The heart of the debate over city planning in Ontario centers around exclusionary zoning. Under exclusionary zoning, only certain types of structures can be built in various regions of the city. Many Canadian cities have huge swaths of land dedicated to only detached homes, making it illegal for developers to build townhomes or apartment buildings without fighting their way through a difficult approval process. Critics of exclusionary zoning point to its bizarre logic and the effects it has on suburban sprawl. The size of the structure isn't regulated as strictly as its use. These detached homes can be huge, and they can grow. The same rules that govern a homeowner using a compact track loader, such as a Caterpillar 239, to install a deck or pool also allow a bungalow owner to transform their tiny home into a multi-story mansion. Despite this, even small rowhomes and tasteful apartments that fit the design theme of a neighborhood are disallowed. Developers can theoretically work through red tape and gain city approval for non-detached home housing projects in these zones, but it's a big barrier to entry that prevents many players from stepping up to the plate.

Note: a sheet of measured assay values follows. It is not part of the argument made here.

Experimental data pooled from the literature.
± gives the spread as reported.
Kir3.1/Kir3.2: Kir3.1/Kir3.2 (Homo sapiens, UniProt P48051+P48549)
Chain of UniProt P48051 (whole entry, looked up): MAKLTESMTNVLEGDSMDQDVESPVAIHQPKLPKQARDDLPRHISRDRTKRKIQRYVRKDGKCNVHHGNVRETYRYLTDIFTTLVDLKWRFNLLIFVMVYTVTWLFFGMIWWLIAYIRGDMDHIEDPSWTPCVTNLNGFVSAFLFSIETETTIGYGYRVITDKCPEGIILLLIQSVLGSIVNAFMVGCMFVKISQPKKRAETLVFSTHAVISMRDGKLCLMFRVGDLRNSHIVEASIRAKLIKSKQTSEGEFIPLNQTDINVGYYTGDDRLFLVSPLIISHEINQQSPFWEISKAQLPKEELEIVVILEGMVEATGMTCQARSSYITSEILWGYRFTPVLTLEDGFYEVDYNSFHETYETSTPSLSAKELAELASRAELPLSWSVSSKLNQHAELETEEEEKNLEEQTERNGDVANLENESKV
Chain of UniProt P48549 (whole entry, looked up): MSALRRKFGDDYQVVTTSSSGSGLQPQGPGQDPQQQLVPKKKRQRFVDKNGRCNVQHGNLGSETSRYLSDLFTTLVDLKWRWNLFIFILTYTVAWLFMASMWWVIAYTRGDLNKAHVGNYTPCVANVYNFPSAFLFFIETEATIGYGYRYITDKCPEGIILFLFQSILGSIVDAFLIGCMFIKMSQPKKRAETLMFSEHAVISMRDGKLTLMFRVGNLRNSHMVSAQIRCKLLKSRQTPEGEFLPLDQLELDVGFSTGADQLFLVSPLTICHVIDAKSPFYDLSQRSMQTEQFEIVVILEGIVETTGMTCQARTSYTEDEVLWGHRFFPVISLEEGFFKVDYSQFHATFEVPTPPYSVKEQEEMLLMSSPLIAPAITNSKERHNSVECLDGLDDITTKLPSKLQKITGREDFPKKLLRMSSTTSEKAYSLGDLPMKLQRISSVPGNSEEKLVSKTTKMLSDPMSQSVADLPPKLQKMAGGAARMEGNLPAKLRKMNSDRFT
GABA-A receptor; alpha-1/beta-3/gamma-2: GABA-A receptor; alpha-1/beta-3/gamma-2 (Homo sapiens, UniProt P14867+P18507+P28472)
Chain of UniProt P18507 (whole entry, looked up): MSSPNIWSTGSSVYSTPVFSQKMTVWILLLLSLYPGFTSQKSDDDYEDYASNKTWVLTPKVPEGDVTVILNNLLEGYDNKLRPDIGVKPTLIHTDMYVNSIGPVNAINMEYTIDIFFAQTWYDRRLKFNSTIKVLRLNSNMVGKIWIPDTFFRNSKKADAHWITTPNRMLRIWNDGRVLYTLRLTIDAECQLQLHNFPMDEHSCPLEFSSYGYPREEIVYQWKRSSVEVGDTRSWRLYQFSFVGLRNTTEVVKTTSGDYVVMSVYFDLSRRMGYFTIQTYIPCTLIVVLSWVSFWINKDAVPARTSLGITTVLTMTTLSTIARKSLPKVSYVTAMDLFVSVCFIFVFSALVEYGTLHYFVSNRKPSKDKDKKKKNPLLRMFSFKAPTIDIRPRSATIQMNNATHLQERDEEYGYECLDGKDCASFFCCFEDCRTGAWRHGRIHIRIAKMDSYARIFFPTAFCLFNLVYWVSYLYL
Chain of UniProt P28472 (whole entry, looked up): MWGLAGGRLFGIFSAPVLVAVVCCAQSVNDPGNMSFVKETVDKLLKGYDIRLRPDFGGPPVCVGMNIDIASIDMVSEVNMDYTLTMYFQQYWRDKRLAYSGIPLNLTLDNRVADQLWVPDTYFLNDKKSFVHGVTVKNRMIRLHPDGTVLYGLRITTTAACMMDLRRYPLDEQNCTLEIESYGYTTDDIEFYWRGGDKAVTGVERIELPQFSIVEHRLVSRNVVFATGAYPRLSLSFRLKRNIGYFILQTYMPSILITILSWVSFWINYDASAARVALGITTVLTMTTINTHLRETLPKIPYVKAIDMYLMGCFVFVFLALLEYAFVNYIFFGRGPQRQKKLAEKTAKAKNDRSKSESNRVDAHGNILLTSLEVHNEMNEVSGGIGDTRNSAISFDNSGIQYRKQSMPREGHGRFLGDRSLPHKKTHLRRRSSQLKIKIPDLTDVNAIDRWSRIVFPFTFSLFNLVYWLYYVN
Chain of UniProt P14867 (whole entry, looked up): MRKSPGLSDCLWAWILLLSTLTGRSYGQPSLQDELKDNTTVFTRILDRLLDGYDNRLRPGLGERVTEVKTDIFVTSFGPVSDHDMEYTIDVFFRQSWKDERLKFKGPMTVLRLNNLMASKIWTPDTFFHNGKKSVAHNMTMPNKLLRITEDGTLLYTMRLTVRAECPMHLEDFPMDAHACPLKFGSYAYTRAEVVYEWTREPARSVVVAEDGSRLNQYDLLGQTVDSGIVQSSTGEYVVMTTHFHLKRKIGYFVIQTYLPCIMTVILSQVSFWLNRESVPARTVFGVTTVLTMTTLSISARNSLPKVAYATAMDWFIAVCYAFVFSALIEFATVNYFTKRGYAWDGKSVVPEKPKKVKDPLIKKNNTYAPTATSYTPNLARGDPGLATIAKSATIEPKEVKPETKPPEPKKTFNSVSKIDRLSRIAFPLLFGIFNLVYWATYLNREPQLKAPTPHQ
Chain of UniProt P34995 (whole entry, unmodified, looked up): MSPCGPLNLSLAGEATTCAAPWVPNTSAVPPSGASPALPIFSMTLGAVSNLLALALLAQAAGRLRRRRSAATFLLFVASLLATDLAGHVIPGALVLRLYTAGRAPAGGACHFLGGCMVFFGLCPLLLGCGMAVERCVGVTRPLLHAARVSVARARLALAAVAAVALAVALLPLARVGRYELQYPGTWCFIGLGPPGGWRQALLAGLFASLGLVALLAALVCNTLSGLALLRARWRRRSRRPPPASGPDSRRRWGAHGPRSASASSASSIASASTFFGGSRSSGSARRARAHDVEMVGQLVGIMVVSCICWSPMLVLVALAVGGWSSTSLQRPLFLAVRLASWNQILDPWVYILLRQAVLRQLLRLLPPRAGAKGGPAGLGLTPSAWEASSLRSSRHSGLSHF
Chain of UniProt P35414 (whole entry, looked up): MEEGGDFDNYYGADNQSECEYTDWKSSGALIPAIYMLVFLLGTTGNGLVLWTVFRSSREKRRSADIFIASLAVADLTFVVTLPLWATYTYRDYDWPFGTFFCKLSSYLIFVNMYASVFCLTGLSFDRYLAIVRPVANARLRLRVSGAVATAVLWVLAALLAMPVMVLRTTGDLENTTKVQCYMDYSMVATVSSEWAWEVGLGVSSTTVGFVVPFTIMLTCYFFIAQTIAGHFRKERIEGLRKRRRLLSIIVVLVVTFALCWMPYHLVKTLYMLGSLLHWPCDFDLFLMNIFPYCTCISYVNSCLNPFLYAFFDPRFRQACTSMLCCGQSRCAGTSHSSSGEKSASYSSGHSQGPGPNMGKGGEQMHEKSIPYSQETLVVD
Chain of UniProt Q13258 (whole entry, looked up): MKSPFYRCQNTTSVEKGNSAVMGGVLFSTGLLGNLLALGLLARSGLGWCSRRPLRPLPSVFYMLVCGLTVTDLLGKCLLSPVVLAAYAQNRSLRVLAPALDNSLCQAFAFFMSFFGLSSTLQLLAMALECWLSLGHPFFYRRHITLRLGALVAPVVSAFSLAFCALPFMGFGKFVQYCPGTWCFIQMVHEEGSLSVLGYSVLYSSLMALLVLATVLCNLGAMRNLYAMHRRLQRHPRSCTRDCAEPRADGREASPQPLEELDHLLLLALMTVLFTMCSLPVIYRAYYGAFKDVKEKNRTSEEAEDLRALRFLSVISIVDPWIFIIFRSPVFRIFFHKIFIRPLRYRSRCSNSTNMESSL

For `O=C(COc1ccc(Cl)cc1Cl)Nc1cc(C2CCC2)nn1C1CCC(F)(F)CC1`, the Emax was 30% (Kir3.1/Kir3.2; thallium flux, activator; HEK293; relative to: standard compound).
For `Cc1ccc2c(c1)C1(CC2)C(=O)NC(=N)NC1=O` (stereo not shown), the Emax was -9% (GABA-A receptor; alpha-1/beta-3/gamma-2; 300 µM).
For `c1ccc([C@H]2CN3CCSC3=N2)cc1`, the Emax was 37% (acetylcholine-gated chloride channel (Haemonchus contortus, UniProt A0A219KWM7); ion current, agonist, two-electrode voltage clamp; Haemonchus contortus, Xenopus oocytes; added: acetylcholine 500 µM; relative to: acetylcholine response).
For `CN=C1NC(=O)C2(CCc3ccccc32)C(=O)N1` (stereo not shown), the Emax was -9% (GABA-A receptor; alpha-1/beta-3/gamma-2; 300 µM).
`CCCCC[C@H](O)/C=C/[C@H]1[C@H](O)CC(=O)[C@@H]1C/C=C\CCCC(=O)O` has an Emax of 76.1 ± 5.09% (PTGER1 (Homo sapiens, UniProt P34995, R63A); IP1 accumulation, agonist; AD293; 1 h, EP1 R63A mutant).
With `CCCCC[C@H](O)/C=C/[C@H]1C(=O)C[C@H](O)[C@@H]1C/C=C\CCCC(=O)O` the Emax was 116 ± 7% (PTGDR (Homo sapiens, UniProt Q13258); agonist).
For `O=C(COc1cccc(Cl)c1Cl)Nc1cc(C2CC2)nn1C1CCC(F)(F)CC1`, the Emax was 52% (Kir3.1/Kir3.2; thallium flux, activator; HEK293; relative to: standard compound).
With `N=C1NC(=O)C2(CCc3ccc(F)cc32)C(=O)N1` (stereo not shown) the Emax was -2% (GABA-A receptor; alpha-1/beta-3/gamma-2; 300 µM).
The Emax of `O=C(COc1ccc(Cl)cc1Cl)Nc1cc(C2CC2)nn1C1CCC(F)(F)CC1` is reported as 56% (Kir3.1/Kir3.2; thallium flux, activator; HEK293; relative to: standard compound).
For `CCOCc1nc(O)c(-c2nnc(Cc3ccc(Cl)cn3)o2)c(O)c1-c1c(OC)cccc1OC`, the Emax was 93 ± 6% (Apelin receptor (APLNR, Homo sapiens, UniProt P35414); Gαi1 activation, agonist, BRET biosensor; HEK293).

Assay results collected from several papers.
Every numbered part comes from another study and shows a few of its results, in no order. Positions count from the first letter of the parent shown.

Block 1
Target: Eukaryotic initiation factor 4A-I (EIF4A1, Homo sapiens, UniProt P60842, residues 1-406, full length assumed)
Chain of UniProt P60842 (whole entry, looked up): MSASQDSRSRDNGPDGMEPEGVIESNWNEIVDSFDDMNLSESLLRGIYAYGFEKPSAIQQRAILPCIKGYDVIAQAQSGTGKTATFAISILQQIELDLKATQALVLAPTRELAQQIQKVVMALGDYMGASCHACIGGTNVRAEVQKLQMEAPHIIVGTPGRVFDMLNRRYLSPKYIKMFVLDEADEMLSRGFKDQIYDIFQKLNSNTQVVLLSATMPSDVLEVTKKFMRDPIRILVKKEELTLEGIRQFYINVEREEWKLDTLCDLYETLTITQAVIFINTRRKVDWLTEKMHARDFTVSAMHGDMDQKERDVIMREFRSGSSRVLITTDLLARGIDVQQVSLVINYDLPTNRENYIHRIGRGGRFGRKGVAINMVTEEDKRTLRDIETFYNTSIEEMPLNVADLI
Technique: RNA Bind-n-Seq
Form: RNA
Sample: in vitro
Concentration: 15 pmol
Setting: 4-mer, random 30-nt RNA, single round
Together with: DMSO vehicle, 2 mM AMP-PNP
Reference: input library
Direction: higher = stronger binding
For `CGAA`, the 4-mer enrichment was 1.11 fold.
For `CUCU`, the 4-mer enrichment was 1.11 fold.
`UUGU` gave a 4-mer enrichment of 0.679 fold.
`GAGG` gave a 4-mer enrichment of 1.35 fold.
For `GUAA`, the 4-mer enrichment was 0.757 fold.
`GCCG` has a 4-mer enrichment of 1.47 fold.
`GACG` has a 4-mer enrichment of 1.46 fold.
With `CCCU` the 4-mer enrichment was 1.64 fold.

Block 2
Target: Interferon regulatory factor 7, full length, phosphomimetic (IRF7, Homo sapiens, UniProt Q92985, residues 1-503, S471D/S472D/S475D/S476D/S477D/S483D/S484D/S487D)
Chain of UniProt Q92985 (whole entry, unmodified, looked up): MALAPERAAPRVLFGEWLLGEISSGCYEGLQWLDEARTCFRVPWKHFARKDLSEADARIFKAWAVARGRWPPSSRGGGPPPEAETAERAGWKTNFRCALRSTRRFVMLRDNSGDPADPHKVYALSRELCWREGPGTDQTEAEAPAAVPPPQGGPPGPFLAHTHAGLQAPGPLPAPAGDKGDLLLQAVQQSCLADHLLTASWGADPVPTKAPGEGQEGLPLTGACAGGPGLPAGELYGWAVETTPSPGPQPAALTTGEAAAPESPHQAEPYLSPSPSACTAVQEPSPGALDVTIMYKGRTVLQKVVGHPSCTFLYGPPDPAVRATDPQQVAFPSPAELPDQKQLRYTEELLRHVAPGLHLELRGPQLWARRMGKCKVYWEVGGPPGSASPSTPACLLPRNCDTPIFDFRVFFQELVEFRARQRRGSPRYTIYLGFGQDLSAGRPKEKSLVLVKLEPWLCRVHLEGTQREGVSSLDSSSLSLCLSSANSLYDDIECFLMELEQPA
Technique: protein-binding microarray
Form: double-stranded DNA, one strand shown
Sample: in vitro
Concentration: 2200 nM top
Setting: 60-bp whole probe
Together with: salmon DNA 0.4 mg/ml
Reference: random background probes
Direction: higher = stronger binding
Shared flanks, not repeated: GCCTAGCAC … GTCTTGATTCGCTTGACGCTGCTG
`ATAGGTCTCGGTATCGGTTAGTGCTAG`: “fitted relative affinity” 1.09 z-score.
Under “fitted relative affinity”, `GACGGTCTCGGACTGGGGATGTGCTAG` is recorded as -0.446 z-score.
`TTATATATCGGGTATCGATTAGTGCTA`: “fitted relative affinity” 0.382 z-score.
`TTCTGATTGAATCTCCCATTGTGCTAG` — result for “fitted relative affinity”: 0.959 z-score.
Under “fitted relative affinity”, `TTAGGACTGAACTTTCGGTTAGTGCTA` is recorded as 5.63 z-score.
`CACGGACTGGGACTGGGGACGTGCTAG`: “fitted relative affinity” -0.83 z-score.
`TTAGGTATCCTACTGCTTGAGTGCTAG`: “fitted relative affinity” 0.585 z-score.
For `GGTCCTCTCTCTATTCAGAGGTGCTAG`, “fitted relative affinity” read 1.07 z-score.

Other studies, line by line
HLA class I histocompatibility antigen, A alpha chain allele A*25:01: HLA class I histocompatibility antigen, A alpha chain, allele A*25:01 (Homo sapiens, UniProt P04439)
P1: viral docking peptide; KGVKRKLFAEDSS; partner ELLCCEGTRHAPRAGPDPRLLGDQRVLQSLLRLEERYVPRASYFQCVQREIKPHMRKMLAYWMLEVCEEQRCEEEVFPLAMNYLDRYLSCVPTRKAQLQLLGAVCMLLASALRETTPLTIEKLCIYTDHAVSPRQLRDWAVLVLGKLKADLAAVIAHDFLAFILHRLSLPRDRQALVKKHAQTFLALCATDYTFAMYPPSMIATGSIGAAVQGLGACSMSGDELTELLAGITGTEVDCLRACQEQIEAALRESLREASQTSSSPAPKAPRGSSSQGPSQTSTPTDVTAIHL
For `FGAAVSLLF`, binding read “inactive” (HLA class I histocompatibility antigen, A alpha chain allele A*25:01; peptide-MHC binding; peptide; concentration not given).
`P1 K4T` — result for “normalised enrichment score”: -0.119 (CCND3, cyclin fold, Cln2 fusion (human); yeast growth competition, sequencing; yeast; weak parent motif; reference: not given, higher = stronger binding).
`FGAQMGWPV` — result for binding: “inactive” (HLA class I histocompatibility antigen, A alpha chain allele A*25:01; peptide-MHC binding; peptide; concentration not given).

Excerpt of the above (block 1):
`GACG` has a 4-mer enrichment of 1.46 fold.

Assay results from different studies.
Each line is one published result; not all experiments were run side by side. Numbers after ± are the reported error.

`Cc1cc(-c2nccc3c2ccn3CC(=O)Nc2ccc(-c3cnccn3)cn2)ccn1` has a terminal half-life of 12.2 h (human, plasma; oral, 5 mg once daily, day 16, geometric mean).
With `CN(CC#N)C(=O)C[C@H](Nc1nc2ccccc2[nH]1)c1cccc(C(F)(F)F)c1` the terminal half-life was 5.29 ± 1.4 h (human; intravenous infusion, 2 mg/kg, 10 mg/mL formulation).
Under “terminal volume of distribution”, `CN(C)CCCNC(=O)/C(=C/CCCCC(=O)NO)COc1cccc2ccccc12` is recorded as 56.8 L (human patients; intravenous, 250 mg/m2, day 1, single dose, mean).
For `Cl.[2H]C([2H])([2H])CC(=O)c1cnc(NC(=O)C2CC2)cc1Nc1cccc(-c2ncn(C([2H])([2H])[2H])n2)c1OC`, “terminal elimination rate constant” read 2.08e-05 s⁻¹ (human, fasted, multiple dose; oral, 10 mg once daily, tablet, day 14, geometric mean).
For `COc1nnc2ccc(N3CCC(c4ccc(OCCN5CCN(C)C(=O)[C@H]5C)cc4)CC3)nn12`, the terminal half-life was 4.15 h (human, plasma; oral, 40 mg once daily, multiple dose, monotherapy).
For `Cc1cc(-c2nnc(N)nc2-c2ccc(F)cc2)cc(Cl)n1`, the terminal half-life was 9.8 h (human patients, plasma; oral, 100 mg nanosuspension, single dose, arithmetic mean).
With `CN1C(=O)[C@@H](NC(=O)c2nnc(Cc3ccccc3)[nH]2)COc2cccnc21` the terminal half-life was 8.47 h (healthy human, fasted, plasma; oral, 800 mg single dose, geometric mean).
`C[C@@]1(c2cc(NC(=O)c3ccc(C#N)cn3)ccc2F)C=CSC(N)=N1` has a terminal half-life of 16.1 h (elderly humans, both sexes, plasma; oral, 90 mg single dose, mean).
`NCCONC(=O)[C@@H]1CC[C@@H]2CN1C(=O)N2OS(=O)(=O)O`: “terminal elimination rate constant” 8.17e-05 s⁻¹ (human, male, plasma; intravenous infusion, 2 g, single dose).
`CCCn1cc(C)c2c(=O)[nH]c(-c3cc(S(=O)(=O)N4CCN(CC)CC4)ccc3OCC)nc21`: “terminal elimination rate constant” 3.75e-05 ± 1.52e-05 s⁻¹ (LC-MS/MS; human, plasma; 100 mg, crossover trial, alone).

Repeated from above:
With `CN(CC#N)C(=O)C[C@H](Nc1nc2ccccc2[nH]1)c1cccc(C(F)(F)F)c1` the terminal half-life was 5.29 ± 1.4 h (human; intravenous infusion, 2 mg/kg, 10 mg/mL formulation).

Echoing Neighborhood Concerns

Stephen Willis, the general manager of planning for Ottawa, has taken citizens' concerns to heart. Just like city residents were concerned that Ottawa's plan needed to be adjusted for various neighborhoods, Willis thinks that the provincial plan needs to be adjusted for each city. "Much of what they're recommending we just did in our official plan," he said. He expressed concern with several recommendations, including one that allows the development of 6 to 11 story buildings on any street with a public transport route. Ottawa's recently updated plan takes a more nuanced approach, allowing 4 stories on "minor corridors" and up to 40 on major streets.